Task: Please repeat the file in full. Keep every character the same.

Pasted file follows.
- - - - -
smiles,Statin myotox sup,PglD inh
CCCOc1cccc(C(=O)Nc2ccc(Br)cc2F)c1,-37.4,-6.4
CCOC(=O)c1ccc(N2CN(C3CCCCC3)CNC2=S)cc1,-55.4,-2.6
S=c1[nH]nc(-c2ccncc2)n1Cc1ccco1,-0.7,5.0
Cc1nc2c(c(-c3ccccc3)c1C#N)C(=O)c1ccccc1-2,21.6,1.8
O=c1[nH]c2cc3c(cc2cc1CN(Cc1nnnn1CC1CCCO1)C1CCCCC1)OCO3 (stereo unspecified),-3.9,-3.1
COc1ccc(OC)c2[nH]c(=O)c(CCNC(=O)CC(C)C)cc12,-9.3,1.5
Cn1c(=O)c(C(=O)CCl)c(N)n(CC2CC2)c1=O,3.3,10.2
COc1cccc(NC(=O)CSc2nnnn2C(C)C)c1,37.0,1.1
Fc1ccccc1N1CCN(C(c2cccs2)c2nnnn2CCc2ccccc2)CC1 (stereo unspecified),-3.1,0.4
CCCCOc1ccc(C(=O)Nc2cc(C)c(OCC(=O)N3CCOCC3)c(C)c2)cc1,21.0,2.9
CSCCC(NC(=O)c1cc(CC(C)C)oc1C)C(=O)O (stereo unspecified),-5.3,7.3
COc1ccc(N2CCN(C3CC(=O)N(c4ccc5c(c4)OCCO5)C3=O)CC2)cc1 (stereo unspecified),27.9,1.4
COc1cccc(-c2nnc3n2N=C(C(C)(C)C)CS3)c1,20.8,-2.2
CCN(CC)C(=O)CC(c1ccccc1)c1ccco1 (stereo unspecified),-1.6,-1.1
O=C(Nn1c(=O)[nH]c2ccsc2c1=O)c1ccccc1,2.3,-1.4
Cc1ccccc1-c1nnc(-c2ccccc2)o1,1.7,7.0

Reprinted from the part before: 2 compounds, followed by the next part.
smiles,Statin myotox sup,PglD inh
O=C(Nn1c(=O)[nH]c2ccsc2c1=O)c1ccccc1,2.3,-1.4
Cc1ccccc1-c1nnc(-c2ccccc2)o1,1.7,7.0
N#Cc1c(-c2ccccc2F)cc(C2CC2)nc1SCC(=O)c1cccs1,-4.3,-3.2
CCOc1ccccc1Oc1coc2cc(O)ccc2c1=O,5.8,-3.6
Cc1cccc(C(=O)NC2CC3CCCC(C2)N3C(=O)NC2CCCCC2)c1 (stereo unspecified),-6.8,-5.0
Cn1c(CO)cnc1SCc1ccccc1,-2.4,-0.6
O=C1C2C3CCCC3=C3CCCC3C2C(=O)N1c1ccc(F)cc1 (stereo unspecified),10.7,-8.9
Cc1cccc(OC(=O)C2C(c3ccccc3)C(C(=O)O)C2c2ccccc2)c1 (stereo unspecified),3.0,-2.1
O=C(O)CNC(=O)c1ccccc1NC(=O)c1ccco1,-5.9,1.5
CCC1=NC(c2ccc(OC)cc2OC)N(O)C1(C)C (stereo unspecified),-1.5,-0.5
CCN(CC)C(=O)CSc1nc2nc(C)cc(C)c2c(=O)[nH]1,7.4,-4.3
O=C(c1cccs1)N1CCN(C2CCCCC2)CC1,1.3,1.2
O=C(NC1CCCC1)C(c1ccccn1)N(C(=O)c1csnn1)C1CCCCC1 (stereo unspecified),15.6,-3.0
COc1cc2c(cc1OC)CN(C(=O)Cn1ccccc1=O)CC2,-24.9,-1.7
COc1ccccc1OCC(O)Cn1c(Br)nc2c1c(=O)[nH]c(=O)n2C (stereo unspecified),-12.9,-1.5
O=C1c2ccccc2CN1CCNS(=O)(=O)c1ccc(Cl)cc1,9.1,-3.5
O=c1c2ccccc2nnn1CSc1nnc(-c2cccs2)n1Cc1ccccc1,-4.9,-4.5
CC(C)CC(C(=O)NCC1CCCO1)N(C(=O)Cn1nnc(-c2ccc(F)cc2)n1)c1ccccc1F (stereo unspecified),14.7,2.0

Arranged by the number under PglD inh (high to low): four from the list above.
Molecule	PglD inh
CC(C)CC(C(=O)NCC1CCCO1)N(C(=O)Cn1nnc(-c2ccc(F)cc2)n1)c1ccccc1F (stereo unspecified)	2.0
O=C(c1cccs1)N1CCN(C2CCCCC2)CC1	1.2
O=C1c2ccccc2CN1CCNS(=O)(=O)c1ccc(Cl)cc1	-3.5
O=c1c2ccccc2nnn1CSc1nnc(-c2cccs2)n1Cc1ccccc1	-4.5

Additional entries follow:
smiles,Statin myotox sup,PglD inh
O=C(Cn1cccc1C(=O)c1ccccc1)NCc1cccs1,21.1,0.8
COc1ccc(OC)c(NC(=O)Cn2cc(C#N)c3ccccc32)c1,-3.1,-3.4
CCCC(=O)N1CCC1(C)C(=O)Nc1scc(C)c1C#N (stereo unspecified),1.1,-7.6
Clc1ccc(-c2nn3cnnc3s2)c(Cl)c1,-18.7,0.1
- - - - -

smiles,Statin myotox sup,PglD inh
CCCOc1cccc(C(=O)Nc2ccc(Br)cc2F)c1,-37.4,-6.4
CCOC(=O)c1ccc(N2CN(C3CCCCC3)CNC2=S)cc1,-55.4,-2.6
S=c1[nH]nc(-c2ccncc2)n1Cc1ccco1,-0.7,5.0
Cc1nc2c(c(-c3ccccc3)c1C#N)C(=O)c1ccccc1-2,21.6,1.8
O=c1[nH]c2cc3c(cc2cc1CN(Cc1nnnn1CC1CCCO1)C1CCCCC1)OCO3 (stereo unspecified),-3.9,-3.1
COc1ccc(OC)c2[nH]c(=O)c(CCNC(=O)CC(C)C)cc12,-9.3,1.5
Cn1c(=O)c(C(=O)CCl)c(N)n(CC2CC2)c1=O,3.3,10.2
COc1cccc(NC(=O)CSc2nnnn2C(C)C)c1,37.0,1.1
Fc1ccccc1N1CCN(C(c2cccs2)c2nnnn2CCc2ccccc2)CC1 (stereo unspecified),-3.1,0.4
CCCCOc1ccc(C(=O)Nc2cc(C)c(OCC(=O)N3CCOCC3)c(C)c2)cc1,21.0,2.9
CSCCC(NC(=O)c1cc(CC(C)C)oc1C)C(=O)O (stereo unspecified),-5.3,7.3
COc1ccc(N2CCN(C3CC(=O)N(c4ccc5c(c4)OCCO5)C3=O)CC2)cc1 (stereo unspecified),27.9,1.4
COc1cccc(-c2nnc3n2N=C(C(C)(C)C)CS3)c1,20.8,-2.2
CCN(CC)C(=O)CC(c1ccccc1)c1ccco1 (stereo unspecified),-1.6,-1.1
O=C(Nn1c(=O)[nH]c2ccsc2c1=O)c1ccccc1,2.3,-1.4
Cc1ccccc1-c1nnc(-c2ccccc2)o1,1.7,7.0

Reprinted from the part before: 2 compounds, followed by the next part.
smiles,Statin myotox sup,PglD inh
O=C(Nn1c(=O)[nH]c2ccsc2c1=O)c1ccccc1,2.3,-1.4
Cc1ccccc1-c1nnc(-c2ccccc2)o1,1.7,7.0
N#Cc1c(-c2ccccc2F)cc(C2CC2)nc1SCC(=O)c1cccs1,-4.3,-3.2
CCOc1ccccc1Oc1coc2cc(O)ccc2c1=O,5.8,-3.6
Cc1cccc(C(=O)NC2CC3CCCC(C2)N3C(=O)NC2CCCCC2)c1 (stereo unspecified),-6.8,-5.0
Cn1c(CO)cnc1SCc1ccccc1,-2.4,-0.6
O=C1C2C3CCCC3=C3CCCC3C2C(=O)N1c1ccc(F)cc1 (stereo unspecified),10.7,-8.9
Cc1cccc(OC(=O)C2C(c3ccccc3)C(C(=O)O)C2c2ccccc2)c1 (stereo unspecified),3.0,-2.1
O=C(O)CNC(=O)c1ccccc1NC(=O)c1ccco1,-5.9,1.5
CCC1=NC(c2ccc(OC)cc2OC)N(O)C1(C)C (stereo unspecified),-1.5,-0.5
CCN(CC)C(=O)CSc1nc2nc(C)cc(C)c2c(=O)[nH]1,7.4,-4.3
O=C(c1cccs1)N1CCN(C2CCCCC2)CC1,1.3,1.2
O=C(NC1CCCC1)C(c1ccccn1)N(C(=O)c1csnn1)C1CCCCC1 (stereo unspecified),15.6,-3.0
COc1cc2c(cc1OC)CN(C(=O)Cn1ccccc1=O)CC2,-24.9,-1.7
COc1ccccc1OCC(O)Cn1c(Br)nc2c1c(=O)[nH]c(=O)n2C (stereo unspecified),-12.9,-1.5
O=C1c2ccccc2CN1CCNS(=O)(=O)c1ccc(Cl)cc1,9.1,-3.5
O=c1c2ccccc2nnn1CSc1nnc(-c2cccs2)n1Cc1ccccc1,-4.9,-4.5
CC(C)CC(C(=O)NCC1CCCO1)N(C(=O)Cn1nnc(-c2ccc(F)cc2)n1)c1ccccc1F (stereo unspecified),14.7,2.0

Arranged by the number under PglD inh (high to low): four from the list above.
Molecule	PglD inh
CC(C)CC(C(=O)NCC1CCCO1)N(C(=O)Cn1nnc(-c2ccc(F)cc2)n1)c1ccccc1F (stereo unspecified)	2.0
O=C(c1cccs1)N1CCN(C2CCCCC2)CC1	1.2
O=C1c2ccccc2CN1CCNS(=O)(=O)c1ccc(Cl)cc1	-3.5
O=c1c2ccccc2nnn1CSc1nnc(-c2cccs2)n1Cc1ccccc1	-4.5

Additional entries follow:
smiles,Statin myotox sup,PglD inh
O=C(Cn1cccc1C(=O)c1ccccc1)NCc1cccs1,21.1,0.8
COc1ccc(OC)c(NC(=O)Cn2cc(C#N)c3ccccc32)c1,-3.1,-3.4
CCCC(=O)N1CCC1(C)C(=O)Nc1scc(C)c1C#N (stereo unspecified),1.1,-7.6
Clc1ccc(-c2nn3cnnc3s2)c(Cl)c1,-18.7,0.1